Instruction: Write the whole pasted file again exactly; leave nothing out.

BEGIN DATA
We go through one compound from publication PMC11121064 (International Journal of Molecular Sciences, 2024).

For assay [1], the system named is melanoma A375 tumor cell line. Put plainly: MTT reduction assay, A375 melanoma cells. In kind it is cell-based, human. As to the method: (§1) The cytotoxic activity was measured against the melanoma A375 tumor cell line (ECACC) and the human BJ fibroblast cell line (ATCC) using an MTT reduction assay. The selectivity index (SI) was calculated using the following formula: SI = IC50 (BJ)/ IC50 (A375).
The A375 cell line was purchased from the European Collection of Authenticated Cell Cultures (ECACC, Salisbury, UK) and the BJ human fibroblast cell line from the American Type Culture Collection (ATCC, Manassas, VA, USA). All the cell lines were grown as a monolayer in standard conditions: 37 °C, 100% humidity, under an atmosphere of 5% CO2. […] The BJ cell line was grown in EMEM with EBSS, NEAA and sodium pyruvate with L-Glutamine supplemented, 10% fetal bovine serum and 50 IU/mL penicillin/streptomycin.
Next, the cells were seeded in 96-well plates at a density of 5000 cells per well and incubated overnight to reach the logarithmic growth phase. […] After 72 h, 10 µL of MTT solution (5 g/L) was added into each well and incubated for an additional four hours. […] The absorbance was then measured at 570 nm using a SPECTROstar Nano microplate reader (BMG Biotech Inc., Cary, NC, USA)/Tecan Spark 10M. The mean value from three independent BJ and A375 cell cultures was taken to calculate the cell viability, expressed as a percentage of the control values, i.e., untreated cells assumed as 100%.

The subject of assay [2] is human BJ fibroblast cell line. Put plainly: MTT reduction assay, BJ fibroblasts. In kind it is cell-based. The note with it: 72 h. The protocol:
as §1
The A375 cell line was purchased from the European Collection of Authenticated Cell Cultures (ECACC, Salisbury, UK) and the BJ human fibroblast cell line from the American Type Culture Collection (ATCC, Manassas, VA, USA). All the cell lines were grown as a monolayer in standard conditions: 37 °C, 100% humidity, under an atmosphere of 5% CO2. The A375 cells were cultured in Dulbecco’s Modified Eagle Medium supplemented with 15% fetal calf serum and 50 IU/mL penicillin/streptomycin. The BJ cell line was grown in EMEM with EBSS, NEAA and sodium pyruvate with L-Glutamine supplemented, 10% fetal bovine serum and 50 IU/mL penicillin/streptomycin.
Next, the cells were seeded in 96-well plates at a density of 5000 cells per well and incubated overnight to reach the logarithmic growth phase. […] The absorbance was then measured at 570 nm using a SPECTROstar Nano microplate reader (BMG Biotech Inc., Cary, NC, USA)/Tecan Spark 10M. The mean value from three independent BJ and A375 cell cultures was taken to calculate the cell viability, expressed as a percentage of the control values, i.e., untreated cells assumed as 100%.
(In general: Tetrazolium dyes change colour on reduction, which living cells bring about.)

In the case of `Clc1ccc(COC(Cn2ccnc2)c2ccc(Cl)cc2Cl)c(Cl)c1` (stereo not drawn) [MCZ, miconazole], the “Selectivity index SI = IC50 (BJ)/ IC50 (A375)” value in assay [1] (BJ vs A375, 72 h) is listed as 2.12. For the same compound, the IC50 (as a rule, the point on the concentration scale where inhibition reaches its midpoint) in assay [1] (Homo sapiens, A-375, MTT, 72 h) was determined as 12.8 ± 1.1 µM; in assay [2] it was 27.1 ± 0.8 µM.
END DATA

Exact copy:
We go through one compound from publication PMC11121064 (International Journal of Molecular Sciences, 2024).

For assay [1], the system named is melanoma A375 tumor cell line. Put plainly: MTT reduction assay, A375 melanoma cells. In kind it is cell-based, human. As to the method: (§1) The cytotoxic activity was measured against the melanoma A375 tumor cell line (ECACC) and the human BJ fibroblast cell line (ATCC) using an MTT reduction assay. The selectivity index (SI) was calculated using the following formula: SI = IC50 (BJ)/ IC50 (A375).
The A375 cell line was purchased from the European Collection of Authenticated Cell Cultures (ECACC, Salisbury, UK) and the BJ human fibroblast cell line from the American Type Culture Collection (ATCC, Manassas, VA, USA). All the cell lines were grown as a monolayer in standard conditions: 37 °C, 100% humidity, under an atmosphere of 5% CO2. […] The BJ cell line was grown in EMEM with EBSS, NEAA and sodium pyruvate with L-Glutamine supplemented, 10% fetal bovine serum and 50 IU/mL penicillin/streptomycin.
Next, the cells were seeded in 96-well plates at a density of 5000 cells per well and incubated overnight to reach the logarithmic growth phase. […] After 72 h, 10 µL of MTT solution (5 g/L) was added into each well and incubated for an additional four hours. […] The absorbance was then measured at 570 nm using a SPECTROstar Nano microplate reader (BMG Biotech Inc., Cary, NC, USA)/Tecan Spark 10M. The mean value from three independent BJ and A375 cell cultures was taken to calculate the cell viability, expressed as a percentage of the control values, i.e., untreated cells assumed as 100%.

The subject of assay [2] is human BJ fibroblast cell line. Put plainly: MTT reduction assay, BJ fibroblasts. In kind it is cell-based. The note with it: 72 h. The protocol:
as §1
The A375 cell line was purchased from the European Collection of Authenticated Cell Cultures (ECACC, Salisbury, UK) and the BJ human fibroblast cell line from the American Type Culture Collection (ATCC, Manassas, VA, USA). All the cell lines were grown as a monolayer in standard conditions: 37 °C, 100% humidity, under an atmosphere of 5% CO2. The A375 cells were cultured in Dulbecco’s Modified Eagle Medium supplemented with 15% fetal calf serum and 50 IU/mL penicillin/streptomycin. The BJ cell line was grown in EMEM with EBSS, NEAA and sodium pyruvate with L-Glutamine supplemented, 10% fetal bovine serum and 50 IU/mL penicillin/streptomycin.
Next, the cells were seeded in 96-well plates at a density of 5000 cells per well and incubated overnight to reach the logarithmic growth phase. […] The absorbance was then measured at 570 nm using a SPECTROstar Nano microplate reader (BMG Biotech Inc., Cary, NC, USA)/Tecan Spark 10M. The mean value from three independent BJ and A375 cell cultures was taken to calculate the cell viability, expressed as a percentage of the control values, i.e., untreated cells assumed as 100%.
(In general: Tetrazolium dyes change colour on reduction, which living cells bring about.)

In the case of `Clc1ccc(COC(Cn2ccnc2)c2ccc(Cl)cc2Cl)c(Cl)c1` (stereo not drawn) [MCZ, miconazole], the “Selectivity index SI = IC50 (BJ)/ IC50 (A375)” value in assay [1] (BJ vs A375, 72 h) is listed as 2.12. For the same compound, the IC50 (as a rule, the point on the concentration scale where inhibition reaches its midpoint) in assay [1] (Homo sapiens, A-375, MTT, 72 h) was determined as 12.8 ± 1.1 µM; in assay [2] it was 27.1 ± 0.8 µM.